Tributes pour in for Andrew Mlangeni
Tributes are pouring in following the death of Struggle stalwart Andrew Mlangeni early on Wednesday.
The Desmond and Leah Tutu Foundation described Mlangeni as a principled and modest man.
“His passing sounds the last post on a courageous generation of South Africans who forfeited their freedom, careers, family lives and health so that we could all be free. It is now for younger hands to pick up the heavy baton they carried and complete the journey to equal justice for all.
“He is deeply mourned. The Desmond & Leah Tutu Legacy Foundation extends heart-felt condolences to the Mlangeni family. May Tata Mlangeni rest in peace and rise in glory,” the foundation said in an official statement.
President Cyril Ramaphosa announced Mlangeni’s death on Wednesday. Ramaphosa said Mlangeni, who recently celebrated his 95th birthday, died overnight following a brief hospitalisation at 1 Military Hospital in Pretoria. He was taken there last night after complaining about abdominal pains.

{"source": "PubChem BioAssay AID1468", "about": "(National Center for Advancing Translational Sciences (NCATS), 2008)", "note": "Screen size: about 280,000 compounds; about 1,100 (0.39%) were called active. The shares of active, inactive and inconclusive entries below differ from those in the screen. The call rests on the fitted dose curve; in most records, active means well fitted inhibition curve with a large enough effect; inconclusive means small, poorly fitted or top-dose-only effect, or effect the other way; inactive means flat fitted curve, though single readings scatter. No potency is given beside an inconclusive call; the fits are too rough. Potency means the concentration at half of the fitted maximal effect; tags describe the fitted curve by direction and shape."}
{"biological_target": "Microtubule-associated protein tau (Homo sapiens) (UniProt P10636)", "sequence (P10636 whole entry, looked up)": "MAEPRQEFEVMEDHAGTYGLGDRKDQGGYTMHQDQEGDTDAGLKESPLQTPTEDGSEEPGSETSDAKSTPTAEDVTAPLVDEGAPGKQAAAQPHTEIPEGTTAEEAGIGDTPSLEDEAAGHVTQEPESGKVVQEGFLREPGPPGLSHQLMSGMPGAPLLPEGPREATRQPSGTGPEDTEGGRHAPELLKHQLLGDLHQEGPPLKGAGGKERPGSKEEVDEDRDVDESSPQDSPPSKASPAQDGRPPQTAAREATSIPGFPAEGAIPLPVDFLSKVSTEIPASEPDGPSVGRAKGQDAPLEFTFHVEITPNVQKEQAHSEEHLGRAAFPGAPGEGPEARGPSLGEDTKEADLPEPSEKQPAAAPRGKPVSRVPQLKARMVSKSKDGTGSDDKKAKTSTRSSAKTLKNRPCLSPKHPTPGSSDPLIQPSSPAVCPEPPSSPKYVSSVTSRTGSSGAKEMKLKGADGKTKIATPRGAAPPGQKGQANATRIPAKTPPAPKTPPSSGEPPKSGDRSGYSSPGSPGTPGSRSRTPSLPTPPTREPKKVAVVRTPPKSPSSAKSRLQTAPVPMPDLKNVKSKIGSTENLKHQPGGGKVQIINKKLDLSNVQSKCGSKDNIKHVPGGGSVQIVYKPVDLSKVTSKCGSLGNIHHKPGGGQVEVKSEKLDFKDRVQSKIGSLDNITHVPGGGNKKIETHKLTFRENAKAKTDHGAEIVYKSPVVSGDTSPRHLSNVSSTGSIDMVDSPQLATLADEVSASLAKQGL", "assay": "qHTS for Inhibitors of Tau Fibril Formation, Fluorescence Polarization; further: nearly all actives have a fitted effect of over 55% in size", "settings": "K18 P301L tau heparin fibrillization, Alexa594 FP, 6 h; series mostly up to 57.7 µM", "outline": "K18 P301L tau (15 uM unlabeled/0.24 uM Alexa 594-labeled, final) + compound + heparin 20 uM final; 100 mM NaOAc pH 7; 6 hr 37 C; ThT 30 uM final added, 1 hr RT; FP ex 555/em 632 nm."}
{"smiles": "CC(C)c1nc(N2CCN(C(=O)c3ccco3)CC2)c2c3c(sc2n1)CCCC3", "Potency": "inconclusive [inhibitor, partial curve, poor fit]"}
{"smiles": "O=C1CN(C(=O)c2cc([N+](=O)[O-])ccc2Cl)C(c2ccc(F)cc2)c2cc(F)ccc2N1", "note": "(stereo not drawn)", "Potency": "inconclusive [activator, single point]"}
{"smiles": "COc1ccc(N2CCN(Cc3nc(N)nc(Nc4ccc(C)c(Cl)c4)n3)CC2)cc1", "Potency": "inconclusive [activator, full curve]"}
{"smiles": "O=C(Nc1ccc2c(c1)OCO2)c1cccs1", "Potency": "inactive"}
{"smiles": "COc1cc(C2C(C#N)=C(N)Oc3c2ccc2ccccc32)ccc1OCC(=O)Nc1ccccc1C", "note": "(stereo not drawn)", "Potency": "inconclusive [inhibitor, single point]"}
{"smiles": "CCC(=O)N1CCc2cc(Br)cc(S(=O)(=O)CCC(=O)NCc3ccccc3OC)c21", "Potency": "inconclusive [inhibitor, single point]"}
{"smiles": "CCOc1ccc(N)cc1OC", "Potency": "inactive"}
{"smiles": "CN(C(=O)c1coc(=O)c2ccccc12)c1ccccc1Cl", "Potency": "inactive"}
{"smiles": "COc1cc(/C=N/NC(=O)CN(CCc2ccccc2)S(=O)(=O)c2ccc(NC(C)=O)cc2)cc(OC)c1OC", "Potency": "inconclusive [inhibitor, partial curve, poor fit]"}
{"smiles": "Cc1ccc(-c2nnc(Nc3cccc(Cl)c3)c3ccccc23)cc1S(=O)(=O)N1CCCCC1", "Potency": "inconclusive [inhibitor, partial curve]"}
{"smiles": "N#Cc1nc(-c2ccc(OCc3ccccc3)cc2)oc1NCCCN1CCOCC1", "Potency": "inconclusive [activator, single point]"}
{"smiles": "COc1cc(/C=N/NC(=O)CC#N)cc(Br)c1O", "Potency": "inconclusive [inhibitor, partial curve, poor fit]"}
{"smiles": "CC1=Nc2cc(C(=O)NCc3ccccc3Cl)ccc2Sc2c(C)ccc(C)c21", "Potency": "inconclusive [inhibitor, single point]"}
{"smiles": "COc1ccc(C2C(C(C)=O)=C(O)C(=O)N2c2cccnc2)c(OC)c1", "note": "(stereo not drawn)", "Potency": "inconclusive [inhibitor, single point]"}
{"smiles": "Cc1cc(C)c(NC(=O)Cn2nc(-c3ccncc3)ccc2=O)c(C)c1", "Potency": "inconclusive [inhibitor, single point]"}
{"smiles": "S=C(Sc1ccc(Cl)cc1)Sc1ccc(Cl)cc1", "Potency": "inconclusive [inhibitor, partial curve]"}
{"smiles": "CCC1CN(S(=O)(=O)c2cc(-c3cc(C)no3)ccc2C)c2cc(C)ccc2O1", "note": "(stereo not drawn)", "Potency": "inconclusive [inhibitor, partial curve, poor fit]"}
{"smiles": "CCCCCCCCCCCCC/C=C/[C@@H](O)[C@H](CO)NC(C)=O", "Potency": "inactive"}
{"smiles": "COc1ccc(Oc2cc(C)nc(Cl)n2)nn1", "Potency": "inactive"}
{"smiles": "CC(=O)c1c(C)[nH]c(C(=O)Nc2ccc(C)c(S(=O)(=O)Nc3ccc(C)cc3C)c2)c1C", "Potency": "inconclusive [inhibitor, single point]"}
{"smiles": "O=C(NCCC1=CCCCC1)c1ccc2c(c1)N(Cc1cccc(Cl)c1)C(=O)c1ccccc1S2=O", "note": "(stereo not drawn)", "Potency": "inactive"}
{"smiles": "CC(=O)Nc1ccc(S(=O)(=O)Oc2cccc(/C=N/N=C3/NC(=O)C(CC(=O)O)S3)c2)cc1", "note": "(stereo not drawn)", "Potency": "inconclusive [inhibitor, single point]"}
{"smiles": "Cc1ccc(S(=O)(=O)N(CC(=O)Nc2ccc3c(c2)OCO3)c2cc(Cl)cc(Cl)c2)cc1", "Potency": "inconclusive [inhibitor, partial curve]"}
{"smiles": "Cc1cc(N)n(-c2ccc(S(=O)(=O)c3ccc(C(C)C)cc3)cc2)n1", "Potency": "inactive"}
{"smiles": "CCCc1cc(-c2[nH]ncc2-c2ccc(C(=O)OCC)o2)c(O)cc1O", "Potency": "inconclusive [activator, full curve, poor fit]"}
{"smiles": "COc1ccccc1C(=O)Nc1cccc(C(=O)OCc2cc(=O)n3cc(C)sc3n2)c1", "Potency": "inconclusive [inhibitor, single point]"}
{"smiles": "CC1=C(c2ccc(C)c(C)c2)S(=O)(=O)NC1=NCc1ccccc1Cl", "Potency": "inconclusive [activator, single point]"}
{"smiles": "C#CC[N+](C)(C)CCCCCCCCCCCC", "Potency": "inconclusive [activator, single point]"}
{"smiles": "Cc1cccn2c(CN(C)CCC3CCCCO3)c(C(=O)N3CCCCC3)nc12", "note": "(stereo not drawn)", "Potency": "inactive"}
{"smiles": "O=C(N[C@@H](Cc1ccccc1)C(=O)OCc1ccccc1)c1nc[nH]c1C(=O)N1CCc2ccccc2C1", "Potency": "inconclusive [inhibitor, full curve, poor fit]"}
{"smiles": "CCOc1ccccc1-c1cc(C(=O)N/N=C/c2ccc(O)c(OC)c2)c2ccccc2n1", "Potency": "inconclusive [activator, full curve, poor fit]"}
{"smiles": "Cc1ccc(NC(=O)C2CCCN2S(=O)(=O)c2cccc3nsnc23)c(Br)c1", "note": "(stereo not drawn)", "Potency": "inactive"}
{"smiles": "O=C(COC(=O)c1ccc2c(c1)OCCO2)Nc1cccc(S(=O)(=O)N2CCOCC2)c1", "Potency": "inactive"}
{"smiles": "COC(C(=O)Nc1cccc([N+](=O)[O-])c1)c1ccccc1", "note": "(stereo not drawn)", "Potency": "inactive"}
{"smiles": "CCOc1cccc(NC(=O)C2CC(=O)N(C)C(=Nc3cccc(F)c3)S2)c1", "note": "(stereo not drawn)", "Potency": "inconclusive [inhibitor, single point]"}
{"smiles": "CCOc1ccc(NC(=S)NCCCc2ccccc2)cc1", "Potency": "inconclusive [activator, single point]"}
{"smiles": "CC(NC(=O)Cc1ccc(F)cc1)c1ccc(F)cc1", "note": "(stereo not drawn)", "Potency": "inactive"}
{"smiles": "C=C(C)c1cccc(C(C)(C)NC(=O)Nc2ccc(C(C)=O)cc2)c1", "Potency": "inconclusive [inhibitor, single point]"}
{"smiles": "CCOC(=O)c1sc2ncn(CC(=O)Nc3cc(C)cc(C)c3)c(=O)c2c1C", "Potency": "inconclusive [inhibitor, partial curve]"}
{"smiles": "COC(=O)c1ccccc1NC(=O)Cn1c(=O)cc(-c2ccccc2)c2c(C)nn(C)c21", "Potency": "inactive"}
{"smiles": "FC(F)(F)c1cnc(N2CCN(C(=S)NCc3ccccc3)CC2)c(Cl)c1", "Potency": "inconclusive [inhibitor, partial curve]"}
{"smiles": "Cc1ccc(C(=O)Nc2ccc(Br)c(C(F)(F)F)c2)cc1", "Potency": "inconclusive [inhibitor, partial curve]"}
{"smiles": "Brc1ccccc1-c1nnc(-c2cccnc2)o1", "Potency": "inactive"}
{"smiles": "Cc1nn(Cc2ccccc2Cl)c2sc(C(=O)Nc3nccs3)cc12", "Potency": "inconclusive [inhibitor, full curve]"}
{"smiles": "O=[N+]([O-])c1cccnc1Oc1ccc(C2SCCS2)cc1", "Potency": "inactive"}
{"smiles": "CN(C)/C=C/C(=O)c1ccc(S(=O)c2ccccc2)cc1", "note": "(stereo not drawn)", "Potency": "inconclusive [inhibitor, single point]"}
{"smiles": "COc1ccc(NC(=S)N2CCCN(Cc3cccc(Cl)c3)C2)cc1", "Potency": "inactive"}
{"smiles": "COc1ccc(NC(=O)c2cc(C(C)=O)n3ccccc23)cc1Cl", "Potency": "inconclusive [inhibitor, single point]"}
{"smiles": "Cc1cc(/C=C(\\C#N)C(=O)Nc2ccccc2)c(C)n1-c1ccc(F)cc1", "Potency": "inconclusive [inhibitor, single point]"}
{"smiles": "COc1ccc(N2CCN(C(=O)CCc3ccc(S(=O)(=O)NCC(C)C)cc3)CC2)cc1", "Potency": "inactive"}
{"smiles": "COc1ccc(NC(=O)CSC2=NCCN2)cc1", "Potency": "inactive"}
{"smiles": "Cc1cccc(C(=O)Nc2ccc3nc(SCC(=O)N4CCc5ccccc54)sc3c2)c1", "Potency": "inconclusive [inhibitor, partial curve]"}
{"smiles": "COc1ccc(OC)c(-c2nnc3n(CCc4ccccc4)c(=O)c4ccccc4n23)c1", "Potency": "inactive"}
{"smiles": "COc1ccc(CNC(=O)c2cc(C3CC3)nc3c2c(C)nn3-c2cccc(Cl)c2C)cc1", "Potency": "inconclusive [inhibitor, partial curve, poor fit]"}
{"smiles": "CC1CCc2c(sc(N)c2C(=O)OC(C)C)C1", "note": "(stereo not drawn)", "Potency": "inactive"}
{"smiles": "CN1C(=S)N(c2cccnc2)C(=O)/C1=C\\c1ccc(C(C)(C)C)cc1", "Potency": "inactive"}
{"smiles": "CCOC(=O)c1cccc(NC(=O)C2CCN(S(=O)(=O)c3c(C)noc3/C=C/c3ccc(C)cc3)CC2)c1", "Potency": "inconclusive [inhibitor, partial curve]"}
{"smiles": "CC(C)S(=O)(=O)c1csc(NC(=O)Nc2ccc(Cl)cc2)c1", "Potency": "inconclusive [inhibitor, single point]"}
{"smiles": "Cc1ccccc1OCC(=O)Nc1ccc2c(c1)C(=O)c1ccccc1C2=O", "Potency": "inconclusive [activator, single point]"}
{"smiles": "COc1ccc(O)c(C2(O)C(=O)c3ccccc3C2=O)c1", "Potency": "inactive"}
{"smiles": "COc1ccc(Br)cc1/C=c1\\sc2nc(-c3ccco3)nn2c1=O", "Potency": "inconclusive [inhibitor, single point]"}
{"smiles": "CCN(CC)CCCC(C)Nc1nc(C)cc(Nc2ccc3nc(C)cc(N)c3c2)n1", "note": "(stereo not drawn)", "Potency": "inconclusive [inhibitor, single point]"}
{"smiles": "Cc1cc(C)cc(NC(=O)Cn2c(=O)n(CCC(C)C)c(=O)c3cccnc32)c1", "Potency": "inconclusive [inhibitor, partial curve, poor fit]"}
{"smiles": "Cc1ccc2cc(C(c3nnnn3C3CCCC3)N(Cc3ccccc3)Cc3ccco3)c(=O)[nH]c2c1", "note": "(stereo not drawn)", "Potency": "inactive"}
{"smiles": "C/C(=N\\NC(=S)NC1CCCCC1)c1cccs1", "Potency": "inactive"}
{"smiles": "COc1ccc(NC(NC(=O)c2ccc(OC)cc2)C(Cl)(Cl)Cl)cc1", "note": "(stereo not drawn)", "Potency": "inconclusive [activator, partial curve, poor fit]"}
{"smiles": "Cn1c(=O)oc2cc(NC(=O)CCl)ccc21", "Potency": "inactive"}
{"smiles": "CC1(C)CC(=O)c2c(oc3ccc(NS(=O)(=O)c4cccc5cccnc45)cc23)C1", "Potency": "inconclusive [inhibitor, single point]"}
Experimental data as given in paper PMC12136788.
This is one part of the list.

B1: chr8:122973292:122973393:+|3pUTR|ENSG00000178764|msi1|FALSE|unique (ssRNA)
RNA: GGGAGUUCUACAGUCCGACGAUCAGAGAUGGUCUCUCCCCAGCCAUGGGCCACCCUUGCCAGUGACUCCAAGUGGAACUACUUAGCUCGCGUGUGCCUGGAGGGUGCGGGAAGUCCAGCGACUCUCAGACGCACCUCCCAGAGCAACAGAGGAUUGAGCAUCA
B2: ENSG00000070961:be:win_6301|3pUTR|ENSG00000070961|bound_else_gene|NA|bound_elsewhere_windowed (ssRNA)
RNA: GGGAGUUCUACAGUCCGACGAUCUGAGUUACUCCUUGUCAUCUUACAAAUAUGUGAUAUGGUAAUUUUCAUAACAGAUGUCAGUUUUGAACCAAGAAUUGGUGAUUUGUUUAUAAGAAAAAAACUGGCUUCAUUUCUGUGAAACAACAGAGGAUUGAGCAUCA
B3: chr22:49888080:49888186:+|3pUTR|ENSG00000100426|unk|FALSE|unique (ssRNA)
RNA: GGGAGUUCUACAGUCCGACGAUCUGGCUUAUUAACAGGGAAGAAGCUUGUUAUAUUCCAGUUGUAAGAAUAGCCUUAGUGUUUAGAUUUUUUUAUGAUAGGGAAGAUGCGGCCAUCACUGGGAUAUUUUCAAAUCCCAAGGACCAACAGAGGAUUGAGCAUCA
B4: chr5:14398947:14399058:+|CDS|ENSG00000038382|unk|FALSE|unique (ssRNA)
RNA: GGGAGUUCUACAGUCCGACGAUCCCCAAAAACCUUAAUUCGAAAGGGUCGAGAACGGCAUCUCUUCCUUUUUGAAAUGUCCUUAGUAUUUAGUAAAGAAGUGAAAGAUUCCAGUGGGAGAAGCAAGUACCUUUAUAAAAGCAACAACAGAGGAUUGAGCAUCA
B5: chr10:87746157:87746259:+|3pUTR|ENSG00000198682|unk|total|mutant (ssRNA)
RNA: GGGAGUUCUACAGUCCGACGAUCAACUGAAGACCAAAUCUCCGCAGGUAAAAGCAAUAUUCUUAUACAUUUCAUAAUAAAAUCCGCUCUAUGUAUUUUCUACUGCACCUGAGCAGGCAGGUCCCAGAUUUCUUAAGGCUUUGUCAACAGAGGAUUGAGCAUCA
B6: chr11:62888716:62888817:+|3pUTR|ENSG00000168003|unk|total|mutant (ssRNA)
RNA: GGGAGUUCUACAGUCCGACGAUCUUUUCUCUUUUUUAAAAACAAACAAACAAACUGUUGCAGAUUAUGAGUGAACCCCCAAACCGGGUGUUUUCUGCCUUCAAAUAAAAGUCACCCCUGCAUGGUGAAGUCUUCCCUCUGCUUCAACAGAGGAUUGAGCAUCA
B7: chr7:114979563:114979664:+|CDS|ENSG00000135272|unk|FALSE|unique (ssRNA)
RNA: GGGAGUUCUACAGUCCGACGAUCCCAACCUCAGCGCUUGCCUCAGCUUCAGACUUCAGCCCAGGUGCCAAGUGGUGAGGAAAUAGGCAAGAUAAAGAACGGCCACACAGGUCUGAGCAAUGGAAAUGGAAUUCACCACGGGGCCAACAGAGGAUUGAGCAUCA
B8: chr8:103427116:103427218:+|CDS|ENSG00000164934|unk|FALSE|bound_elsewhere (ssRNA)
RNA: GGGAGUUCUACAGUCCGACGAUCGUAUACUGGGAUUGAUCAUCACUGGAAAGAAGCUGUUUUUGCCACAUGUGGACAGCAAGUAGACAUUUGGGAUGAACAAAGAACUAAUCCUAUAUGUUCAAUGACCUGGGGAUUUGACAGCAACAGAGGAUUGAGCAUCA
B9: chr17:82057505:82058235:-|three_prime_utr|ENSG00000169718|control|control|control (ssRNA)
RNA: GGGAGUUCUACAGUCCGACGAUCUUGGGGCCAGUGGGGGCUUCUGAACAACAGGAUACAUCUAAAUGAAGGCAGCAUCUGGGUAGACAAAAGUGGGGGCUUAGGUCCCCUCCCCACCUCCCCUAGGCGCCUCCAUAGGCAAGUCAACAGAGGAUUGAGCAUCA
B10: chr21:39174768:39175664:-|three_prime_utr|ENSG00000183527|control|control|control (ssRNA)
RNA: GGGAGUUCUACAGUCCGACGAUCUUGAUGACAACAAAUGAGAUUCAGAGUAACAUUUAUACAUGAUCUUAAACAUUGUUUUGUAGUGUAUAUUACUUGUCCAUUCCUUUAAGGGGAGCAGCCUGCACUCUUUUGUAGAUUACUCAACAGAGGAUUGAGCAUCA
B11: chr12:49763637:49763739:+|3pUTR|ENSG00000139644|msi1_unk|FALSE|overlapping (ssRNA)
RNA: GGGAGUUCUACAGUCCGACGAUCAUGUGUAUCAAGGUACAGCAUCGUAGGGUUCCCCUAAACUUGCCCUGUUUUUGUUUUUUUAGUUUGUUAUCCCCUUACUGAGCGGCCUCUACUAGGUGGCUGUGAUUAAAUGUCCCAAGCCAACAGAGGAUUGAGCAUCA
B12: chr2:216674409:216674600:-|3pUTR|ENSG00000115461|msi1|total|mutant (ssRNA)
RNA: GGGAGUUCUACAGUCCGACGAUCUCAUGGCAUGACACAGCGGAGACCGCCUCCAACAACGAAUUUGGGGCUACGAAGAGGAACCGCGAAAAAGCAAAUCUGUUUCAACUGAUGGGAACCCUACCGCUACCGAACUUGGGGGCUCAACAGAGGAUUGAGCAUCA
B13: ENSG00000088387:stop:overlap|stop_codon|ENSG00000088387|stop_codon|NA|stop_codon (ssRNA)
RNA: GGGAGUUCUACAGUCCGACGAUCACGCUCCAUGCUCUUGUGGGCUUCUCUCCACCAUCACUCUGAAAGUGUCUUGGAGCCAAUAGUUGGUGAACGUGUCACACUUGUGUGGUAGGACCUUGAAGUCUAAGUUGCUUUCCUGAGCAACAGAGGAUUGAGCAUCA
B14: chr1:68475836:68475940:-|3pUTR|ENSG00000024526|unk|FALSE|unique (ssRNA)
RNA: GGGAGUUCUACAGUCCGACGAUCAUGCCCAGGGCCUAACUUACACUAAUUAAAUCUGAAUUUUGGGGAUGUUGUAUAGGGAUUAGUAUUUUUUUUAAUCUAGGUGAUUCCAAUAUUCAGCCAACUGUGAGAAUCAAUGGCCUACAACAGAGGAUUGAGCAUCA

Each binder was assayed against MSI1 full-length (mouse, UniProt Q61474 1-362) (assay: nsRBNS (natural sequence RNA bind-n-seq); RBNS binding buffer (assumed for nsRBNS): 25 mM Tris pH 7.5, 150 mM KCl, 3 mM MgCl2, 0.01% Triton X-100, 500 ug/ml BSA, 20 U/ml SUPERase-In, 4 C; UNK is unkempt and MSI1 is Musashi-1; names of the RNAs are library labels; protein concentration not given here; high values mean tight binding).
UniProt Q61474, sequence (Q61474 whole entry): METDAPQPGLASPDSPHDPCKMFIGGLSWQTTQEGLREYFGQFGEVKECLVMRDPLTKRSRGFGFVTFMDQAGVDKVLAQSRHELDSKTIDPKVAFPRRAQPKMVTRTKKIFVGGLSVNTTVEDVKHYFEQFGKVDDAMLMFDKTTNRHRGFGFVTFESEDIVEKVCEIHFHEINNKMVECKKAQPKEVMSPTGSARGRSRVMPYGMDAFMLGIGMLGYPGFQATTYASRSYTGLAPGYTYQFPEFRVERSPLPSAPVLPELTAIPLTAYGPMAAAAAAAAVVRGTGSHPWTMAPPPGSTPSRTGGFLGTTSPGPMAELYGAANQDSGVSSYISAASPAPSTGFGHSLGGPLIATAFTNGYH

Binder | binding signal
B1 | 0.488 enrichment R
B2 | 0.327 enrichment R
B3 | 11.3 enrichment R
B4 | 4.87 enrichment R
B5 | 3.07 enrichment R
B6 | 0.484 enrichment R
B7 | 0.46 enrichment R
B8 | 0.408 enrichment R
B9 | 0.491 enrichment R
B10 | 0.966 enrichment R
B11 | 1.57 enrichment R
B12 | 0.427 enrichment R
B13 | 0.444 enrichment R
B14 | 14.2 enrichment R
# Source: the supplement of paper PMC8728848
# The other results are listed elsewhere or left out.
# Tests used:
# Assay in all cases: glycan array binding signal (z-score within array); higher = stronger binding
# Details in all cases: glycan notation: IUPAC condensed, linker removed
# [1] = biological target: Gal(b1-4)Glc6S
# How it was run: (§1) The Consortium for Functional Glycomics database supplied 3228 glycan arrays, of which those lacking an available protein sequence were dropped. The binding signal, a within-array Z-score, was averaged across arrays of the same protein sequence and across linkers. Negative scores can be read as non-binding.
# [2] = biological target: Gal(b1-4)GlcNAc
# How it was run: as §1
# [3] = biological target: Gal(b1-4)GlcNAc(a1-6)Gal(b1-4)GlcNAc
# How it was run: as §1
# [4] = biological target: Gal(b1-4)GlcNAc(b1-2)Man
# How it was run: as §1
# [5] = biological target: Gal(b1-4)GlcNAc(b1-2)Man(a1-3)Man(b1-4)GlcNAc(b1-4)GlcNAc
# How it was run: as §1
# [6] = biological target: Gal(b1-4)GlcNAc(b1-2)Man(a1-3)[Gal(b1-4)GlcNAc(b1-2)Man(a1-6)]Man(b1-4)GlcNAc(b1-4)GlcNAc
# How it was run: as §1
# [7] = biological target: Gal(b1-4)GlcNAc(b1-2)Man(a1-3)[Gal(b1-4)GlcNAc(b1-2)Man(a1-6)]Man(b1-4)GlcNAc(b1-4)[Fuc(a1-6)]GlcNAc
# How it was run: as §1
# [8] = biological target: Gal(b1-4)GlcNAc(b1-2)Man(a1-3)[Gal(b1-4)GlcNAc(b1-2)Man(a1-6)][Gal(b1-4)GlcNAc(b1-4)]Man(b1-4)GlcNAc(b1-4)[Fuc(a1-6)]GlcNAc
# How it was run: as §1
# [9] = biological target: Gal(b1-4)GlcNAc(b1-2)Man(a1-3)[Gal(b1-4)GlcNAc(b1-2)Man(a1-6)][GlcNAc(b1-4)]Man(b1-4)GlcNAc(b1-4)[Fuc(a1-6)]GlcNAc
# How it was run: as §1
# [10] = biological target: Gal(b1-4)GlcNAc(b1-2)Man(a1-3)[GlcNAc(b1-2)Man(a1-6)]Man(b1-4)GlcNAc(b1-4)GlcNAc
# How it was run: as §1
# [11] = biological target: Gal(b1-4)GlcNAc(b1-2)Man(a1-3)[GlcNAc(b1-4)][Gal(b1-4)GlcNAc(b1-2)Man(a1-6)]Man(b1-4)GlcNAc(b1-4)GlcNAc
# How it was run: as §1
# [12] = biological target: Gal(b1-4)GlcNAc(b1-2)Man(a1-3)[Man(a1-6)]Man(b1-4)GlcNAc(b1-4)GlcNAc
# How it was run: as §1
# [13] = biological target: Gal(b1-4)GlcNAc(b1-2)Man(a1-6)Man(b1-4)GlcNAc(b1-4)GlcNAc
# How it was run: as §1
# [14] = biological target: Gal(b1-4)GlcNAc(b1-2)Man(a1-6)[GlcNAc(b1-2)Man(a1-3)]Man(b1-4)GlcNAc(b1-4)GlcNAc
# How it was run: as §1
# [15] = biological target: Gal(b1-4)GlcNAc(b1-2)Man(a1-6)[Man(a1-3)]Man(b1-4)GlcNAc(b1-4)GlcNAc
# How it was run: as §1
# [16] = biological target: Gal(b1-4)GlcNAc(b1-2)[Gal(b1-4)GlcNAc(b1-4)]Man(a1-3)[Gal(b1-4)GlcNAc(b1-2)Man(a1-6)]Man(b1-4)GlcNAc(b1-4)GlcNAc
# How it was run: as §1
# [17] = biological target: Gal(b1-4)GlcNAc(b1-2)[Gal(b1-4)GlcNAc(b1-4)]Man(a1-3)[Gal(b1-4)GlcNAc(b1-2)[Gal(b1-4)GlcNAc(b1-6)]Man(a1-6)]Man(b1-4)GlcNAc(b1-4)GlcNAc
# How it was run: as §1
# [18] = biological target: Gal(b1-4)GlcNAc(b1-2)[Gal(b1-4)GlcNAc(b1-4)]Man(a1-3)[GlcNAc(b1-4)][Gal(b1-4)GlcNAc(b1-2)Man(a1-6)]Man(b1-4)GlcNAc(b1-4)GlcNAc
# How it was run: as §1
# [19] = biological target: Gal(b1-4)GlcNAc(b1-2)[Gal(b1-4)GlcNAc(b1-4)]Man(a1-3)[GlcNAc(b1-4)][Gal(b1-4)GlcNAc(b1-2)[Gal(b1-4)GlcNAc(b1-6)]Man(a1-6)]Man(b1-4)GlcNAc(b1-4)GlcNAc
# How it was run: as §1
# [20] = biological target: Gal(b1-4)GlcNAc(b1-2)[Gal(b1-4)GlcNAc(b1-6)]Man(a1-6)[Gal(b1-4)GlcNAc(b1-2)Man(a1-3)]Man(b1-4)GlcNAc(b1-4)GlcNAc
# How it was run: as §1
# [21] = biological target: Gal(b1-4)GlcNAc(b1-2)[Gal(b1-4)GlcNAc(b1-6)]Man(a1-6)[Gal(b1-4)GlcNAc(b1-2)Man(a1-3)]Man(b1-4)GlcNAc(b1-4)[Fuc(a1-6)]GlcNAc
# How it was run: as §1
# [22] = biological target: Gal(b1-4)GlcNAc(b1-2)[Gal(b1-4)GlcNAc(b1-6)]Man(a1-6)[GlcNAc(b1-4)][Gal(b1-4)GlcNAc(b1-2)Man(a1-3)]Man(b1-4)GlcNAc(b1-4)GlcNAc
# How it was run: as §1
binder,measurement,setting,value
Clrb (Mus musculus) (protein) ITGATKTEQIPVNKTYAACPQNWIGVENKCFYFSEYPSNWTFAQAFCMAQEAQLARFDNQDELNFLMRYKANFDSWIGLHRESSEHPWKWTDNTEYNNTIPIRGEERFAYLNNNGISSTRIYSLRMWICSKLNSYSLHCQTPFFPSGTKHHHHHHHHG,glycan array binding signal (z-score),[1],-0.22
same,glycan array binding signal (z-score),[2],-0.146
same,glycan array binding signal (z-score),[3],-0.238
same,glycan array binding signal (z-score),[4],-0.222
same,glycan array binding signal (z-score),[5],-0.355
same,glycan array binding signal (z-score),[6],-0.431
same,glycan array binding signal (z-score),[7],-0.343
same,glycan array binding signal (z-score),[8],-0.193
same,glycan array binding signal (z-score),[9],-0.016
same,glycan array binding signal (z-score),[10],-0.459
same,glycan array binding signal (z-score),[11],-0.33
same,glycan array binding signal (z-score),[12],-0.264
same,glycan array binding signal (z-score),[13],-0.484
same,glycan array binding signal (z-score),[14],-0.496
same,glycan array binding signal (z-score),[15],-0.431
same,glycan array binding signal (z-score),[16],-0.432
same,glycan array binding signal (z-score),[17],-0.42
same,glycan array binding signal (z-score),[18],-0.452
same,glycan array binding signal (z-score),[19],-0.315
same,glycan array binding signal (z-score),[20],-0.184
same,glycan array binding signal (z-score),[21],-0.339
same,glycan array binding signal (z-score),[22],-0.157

He was the last remaining Rivonia trialist following the death of his comrades that he went on trial with between 1963 and 1964.
The DA referred to Mlangeni’s departure as an end of a particular chapter of the country’s history.
“Mlangeni was a firm believer in the power of education to unlock people’s aspirations, and even managed to study towards his own BA degree while incarcerated on Robben Island. He also abhorred the corruption…,” said DA leader John Steenhuisen.
Johannesburg mayor Geoffrey Makhubo said Mlangeni’s contribution to the Struggle was immeasurable.
“He lived to see this dream attained and recognised that there was still more work to be done,” said Makhubo. "…We do not only mourn his passing but also take his life and the example of how to live a life in the service of the people without undue expectation… Ntate Mlangeni was the epitome of selfless leadership, from his wisdom we managed to navigate through the most difficult times as a country. Robala ka Kgotso Seaparankwe,” Makhubo said.
UDM leader Bantu Holomisa reflected on his light moment with the stalwart.
"When we played golf together with him and he beat us, I always jokingly asked him why he played so well as there was no golf course on Robben Island for him to have practised and that this must be investigated. I last saw uTata uMlangeni earlier this month to present him with a gift for his birthday and wish him well, little did I know it would be the last time we would see each other," Holomisa said.
“To his family, and particular his son Sello, his friends, and the African National Congress, our deepest condolences. He will live on in our memories.”
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